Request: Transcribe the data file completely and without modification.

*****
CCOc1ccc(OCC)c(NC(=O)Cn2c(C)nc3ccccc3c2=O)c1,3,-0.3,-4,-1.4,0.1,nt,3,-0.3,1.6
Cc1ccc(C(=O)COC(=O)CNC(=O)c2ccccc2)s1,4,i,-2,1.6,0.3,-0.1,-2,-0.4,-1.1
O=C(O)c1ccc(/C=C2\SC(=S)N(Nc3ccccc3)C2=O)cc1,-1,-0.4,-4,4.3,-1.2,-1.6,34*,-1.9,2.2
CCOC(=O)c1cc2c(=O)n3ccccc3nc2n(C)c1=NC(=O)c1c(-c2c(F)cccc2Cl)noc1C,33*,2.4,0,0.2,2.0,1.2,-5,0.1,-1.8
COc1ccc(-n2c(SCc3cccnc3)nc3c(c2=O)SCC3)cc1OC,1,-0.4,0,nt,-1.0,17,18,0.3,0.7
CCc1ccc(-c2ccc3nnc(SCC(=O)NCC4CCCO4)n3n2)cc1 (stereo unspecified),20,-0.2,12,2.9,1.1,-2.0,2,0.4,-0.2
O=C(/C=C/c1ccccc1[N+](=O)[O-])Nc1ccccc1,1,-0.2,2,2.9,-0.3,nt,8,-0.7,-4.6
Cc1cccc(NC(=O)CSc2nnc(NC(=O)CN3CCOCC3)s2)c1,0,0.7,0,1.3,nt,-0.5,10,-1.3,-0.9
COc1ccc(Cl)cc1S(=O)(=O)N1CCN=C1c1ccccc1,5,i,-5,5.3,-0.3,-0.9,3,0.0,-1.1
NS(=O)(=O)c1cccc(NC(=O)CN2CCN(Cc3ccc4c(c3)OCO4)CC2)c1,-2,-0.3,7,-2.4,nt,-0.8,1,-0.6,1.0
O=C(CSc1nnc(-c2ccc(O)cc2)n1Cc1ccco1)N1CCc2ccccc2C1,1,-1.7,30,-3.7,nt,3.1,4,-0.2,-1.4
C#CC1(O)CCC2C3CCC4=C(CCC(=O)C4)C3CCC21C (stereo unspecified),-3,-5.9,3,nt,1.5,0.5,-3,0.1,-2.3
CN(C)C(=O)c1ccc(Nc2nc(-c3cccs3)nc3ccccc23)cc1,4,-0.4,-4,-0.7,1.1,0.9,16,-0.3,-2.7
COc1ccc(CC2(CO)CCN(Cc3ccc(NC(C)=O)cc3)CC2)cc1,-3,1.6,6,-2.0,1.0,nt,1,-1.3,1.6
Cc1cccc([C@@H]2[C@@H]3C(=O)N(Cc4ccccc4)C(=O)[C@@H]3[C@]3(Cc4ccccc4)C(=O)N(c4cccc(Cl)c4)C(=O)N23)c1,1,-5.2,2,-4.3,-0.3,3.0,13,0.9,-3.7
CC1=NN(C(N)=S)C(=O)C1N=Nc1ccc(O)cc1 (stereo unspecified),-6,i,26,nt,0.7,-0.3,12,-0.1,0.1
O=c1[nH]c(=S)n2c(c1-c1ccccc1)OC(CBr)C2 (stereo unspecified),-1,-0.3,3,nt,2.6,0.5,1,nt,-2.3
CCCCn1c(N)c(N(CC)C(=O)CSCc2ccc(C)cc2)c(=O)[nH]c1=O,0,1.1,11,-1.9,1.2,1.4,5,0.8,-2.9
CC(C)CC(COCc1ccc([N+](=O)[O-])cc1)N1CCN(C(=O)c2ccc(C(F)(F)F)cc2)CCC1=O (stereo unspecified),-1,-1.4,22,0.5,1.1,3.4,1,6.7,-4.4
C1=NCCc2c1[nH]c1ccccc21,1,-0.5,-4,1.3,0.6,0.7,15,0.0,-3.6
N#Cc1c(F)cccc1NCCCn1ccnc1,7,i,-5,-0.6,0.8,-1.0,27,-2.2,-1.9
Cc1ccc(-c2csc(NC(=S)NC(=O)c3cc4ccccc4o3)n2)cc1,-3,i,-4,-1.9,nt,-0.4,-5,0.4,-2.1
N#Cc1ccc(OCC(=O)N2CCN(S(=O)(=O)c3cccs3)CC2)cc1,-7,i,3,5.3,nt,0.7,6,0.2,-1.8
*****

CCOc1ccc(OCC)c(NC(=O)Cn2c(C)nc3ccccc3c2=O)c1,3,-0.3,-4,-1.4,0.1,nt,3,-0.3,1.6
Cc1ccc(C(=O)COC(=O)CNC(=O)c2ccccc2)s1,4,i,-2,1.6,0.3,-0.1,-2,-0.4,-1.1
O=C(O)c1ccc(/C=C2\SC(=S)N(Nc3ccccc3)C2=O)cc1,-1,-0.4,-4,4.3,-1.2,-1.6,34*,-1.9,2.2
CCOC(=O)c1cc2c(=O)n3ccccc3nc2n(C)c1=NC(=O)c1c(-c2c(F)cccc2Cl)noc1C,33*,2.4,0,0.2,2.0,1.2,-5,0.1,-1.8
COc1ccc(-n2c(SCc3cccnc3)nc3c(c2=O)SCC3)cc1OC,1,-0.4,0,nt,-1.0,17,18,0.3,0.7
CCc1ccc(-c2ccc3nnc(SCC(=O)NCC4CCCO4)n3n2)cc1 (stereo unspecified),20,-0.2,12,2.9,1.1,-2.0,2,0.4,-0.2
O=C(/C=C/c1ccccc1[N+](=O)[O-])Nc1ccccc1,1,-0.2,2,2.9,-0.3,nt,8,-0.7,-4.6
Cc1cccc(NC(=O)CSc2nnc(NC(=O)CN3CCOCC3)s2)c1,0,0.7,0,1.3,nt,-0.5,10,-1.3,-0.9
COc1ccc(Cl)cc1S(=O)(=O)N1CCN=C1c1ccccc1,5,i,-5,5.3,-0.3,-0.9,3,0.0,-1.1
NS(=O)(=O)c1cccc(NC(=O)CN2CCN(Cc3ccc4c(c3)OCO4)CC2)c1,-2,-0.3,7,-2.4,nt,-0.8,1,-0.6,1.0
O=C(CSc1nnc(-c2ccc(O)cc2)n1Cc1ccco1)N1CCc2ccccc2C1,1,-1.7,30,-3.7,nt,3.1,4,-0.2,-1.4
C#CC1(O)CCC2C3CCC4=C(CCC(=O)C4)C3CCC21C (stereo unspecified),-3,-5.9,3,nt,1.5,0.5,-3,0.1,-2.3
CN(C)C(=O)c1ccc(Nc2nc(-c3cccs3)nc3ccccc23)cc1,4,-0.4,-4,-0.7,1.1,0.9,16,-0.3,-2.7
COc1ccc(CC2(CO)CCN(Cc3ccc(NC(C)=O)cc3)CC2)cc1,-3,1.6,6,-2.0,1.0,nt,1,-1.3,1.6
Cc1cccc([C@@H]2[C@@H]3C(=O)N(Cc4ccccc4)C(=O)[C@@H]3[C@]3(Cc4ccccc4)C(=O)N(c4cccc(Cl)c4)C(=O)N23)c1,1,-5.2,2,-4.3,-0.3,3.0,13,0.9,-3.7
CC1=NN(C(N)=S)C(=O)C1N=Nc1ccc(O)cc1 (stereo unspecified),-6,i,26,nt,0.7,-0.3,12,-0.1,0.1
O=c1[nH]c(=S)n2c(c1-c1ccccc1)OC(CBr)C2 (stereo unspecified),-1,-0.3,3,nt,2.6,0.5,1,nt,-2.3
CCCCn1c(N)c(N(CC)C(=O)CSCc2ccc(C)cc2)c(=O)[nH]c1=O,0,1.1,11,-1.9,1.2,1.4,5,0.8,-2.9
CC(C)CC(COCc1ccc([N+](=O)[O-])cc1)N1CCN(C(=O)c2ccc(C(F)(F)F)cc2)CCC1=O (stereo unspecified),-1,-1.4,22,0.5,1.1,3.4,1,6.7,-4.4
C1=NCCc2c1[nH]c1ccccc21,1,-0.5,-4,1.3,0.6,0.7,15,0.0,-3.6
N#Cc1c(F)cccc1NCCCn1ccnc1,7,i,-5,-0.6,0.8,-1.0,27,-2.2,-1.9
Cc1ccc(-c2csc(NC(=S)NC(=O)c3cc4ccccc4o3)n2)cc1,-3,i,-4,-1.9,nt,-0.4,-5,0.4,-2.1
N#Cc1ccc(OCC(=O)N2CCN(S(=O)(=O)c3cccs3)CC2)cc1,-7,i,3,5.3,nt,0.7,6,0.2,-1.8